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|Full Title:||Paradigm Leveling|
|Location:||San Antonio, Texas, USA|
|Start Date:||03-Aug-2017 - 03-Aug-2017|
|Meeting Email:||click here to access email|
|Meeting Description:||Paradigm leveling (also known as intraparadigmatic analogy), typically defined as the reduction or removal of allomorphic alternation in an inflectional paradigm (e.g., Zadok and Bat-el 2015), is one of the most prominent forms of morphological change, as witnessed by the pervasive role that it has played in the history of the Indo-European languages, for instance (Wheeler 1887, Paul 1920, Kuryłowicz 1945–1949, Schindler 1974, Strunk 1991, Fertig 2013). This phenomenon raises fundamental questions about the organization of the lexicon, the actuation of linguistic change, and the nature of the language faculty itself. So it is no surprise that it continues to engender debate (Wetzels 1984, Prasada and Pinker 1993, Slioussar and Kholodilova 2013). Below we outline the main threads of recent scholarship, as well as highlight aspects that we think deserve more consideration.
A central issue in the study of paradigm leveling is its cause. Many scholars posit principles of uniform stem exponence (e.g., Humboldt’s Universal, Output-Output Correspondence, Uniform Exponence) that eliminate allomorphy in inflectional paradigms so as to achieve the alleged ideal of “one form, one meaning” (Kenstowicz 1996, Benua 1997, McCarthy 1998, Steriade 2000, McCarthy 2005). By contrast, Garrett (2008) argues that leveling is in effect a type of extension: what looks like the reduction of alternation within a paradigm is in fact the extension of a pattern that already exists elsewhere in the grammar (cf. Hill 2007). This analysis not only challenges long-held views of paradigm uniformity, but also prompts new questions as to why speakers extend patterns to new domains of a language.
One aspect of this debate that has not received enough attention is the phenomenon of partial leveling, according to which allomorphy in a paradigm is reduced but not removed. Prima facie it appears to undermine the idea of paradigm uniformity as an independent force of language change, since it suggests that leveling is not an all-or-nothing phenomenon. But partial leveling may in fact be a misnomer: it is possible that such cases are better explained without reference to leveling.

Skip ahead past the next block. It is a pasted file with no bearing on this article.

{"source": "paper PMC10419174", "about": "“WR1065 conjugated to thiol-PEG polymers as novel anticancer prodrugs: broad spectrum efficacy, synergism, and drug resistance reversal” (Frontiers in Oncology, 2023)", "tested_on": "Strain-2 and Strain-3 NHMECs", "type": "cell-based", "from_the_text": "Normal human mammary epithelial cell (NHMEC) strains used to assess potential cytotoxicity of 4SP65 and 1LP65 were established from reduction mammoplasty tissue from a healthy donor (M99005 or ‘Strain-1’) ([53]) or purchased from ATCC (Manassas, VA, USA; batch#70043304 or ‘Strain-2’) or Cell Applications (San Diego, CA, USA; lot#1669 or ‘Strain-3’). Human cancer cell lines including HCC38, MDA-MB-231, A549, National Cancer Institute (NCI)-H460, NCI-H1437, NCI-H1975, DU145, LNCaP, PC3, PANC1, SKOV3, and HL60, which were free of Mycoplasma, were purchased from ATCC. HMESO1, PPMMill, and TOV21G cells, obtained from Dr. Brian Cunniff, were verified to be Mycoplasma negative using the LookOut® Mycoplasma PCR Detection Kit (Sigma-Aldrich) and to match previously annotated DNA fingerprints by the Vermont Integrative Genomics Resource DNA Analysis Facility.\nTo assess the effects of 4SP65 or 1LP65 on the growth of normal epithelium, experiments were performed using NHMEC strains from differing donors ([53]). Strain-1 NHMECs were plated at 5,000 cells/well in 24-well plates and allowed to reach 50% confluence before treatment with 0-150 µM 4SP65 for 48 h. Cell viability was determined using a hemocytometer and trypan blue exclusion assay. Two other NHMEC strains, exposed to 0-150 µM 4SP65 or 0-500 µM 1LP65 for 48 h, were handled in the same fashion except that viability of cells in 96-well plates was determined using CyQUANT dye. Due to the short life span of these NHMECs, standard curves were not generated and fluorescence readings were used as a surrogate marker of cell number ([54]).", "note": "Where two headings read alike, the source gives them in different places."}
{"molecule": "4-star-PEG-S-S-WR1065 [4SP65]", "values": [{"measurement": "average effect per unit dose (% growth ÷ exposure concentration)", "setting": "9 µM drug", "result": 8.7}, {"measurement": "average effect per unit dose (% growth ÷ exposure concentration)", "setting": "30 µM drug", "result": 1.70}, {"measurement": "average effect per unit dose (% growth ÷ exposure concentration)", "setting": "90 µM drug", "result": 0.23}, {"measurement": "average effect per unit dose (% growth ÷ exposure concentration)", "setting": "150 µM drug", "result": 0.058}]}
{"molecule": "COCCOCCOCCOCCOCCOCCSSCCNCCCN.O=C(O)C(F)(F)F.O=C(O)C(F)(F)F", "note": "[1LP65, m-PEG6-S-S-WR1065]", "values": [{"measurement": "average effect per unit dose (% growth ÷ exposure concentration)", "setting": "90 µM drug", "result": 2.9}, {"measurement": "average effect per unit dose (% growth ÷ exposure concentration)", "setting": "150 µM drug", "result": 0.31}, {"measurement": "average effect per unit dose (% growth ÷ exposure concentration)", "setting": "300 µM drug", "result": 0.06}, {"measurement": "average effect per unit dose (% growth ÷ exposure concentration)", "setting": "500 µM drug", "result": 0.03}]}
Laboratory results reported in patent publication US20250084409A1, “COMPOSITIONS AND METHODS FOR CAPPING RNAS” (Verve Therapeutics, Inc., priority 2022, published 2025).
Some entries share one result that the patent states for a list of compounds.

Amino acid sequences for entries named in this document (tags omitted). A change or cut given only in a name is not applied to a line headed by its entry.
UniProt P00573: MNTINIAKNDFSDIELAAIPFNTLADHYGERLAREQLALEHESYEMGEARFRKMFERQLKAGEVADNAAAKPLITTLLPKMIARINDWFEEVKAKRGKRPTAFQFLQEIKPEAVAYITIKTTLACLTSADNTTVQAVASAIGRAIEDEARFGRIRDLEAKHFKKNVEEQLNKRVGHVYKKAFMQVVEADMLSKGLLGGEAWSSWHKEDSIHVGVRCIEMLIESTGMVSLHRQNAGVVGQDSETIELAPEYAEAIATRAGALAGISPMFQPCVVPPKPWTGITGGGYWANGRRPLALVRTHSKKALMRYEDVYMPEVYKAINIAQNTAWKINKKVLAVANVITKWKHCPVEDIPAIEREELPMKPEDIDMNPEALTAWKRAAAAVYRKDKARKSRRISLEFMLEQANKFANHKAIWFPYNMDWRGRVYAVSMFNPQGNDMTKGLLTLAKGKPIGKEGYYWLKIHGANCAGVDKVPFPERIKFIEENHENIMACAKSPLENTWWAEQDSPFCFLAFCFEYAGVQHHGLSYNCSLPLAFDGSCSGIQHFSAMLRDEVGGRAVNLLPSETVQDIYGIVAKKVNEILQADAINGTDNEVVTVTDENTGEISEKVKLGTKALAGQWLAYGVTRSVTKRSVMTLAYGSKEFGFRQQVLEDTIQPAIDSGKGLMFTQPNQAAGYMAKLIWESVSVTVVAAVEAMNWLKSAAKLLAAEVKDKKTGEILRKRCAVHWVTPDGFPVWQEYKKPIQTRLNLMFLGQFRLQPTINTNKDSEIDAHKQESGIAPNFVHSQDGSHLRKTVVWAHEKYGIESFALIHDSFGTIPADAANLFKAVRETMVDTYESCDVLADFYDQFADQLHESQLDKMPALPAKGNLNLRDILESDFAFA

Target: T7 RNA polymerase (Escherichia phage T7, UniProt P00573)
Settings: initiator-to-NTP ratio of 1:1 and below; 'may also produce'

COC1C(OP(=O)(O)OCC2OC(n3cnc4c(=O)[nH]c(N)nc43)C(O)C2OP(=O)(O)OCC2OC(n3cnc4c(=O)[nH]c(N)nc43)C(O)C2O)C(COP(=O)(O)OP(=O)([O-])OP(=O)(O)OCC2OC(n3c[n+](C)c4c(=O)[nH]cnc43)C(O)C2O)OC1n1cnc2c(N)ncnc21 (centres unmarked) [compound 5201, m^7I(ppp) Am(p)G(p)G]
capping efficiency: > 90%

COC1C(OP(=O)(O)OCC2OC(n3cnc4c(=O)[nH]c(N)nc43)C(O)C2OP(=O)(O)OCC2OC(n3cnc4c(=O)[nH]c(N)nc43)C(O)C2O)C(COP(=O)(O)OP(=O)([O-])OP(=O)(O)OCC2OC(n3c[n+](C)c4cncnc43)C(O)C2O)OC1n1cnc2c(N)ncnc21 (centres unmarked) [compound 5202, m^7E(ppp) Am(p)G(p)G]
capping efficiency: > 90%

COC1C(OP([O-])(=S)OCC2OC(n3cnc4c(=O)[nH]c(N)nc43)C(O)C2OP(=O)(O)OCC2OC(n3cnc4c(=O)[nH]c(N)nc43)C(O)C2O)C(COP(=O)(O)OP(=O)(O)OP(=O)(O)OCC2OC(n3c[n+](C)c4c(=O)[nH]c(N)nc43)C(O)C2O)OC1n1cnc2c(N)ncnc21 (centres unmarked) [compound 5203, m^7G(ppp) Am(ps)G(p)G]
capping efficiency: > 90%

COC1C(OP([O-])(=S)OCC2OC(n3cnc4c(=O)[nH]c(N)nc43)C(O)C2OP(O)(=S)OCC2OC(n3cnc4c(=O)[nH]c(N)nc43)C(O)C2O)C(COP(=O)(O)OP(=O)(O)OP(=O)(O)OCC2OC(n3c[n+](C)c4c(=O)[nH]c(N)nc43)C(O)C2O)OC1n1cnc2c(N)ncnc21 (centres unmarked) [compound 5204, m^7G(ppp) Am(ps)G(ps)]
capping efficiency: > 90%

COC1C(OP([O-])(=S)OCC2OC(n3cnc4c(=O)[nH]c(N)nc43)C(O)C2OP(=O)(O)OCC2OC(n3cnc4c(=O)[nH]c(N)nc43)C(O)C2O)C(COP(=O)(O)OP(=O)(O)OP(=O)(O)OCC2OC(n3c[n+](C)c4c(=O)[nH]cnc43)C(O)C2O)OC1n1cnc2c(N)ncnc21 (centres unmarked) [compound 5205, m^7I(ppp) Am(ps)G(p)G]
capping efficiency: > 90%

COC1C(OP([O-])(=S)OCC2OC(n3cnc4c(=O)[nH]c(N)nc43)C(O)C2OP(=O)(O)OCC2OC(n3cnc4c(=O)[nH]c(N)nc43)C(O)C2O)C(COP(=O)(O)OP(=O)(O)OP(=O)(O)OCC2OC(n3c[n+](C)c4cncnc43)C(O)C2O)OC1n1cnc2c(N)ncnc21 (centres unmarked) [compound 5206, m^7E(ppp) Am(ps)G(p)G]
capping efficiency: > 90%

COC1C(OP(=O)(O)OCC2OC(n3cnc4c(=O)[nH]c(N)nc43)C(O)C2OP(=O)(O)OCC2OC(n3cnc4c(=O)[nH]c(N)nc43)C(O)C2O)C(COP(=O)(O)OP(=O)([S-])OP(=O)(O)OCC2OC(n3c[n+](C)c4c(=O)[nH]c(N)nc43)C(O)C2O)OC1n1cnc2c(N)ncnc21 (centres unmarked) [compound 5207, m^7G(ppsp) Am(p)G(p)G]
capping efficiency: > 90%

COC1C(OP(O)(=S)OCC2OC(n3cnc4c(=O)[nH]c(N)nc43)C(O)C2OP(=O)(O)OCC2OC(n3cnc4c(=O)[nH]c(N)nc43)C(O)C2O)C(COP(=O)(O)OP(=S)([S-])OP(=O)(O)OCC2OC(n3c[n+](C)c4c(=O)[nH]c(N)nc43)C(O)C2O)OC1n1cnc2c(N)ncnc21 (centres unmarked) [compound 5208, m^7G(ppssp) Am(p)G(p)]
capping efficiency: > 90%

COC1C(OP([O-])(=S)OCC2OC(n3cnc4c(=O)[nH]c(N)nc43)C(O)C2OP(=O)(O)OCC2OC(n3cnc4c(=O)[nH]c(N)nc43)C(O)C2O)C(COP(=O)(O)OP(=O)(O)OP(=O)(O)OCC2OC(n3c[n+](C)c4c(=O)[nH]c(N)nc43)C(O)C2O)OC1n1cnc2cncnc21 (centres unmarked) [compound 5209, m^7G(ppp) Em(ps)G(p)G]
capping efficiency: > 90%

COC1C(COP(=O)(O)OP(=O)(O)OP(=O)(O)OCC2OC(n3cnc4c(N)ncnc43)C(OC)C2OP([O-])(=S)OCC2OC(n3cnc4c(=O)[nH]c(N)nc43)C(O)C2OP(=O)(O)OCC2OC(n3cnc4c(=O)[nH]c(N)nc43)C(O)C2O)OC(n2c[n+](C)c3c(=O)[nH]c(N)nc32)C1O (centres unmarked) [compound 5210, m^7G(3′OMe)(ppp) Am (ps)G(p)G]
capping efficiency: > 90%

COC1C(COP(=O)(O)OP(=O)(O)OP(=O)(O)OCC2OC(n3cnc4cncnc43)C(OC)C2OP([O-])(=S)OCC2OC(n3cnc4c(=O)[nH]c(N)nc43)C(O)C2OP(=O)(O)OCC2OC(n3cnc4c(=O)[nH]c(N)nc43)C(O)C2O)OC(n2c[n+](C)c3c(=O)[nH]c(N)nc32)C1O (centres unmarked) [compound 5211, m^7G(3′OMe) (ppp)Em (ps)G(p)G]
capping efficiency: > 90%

The second crucial component to the debate on paradigm uniformity is how we are to account for the direction of leveling. Many have argued that privileged forms of one stripe or another can be used to account for leveling (Wurzel 1984, 1987, 1990, 1998; Albright 2002a, 2002b, 2005, 2008, 2009, 2010; Bybee 2006, 2015). Whether such privileged forms can reliably be expected to form pivots for analogical change is still an open question, however. It also remains unclear exactly how the privileged form (or forms) should be identified, in particular whether we should rely on markedness, frequency, or some other property. The recent infusion of information-theoretic measures into the study of morphology has the potential to provide new insights into this issue (e.g., Bane 2008, Ackerman and Malouf 2009, 2013, Blevins 2013, Milizia 2013, 2015).
|Linguistic Subfield:||Historical Linguistics; Morphology|
| This is a session of the following meeting:
International Conference on Historical Linguistics 23
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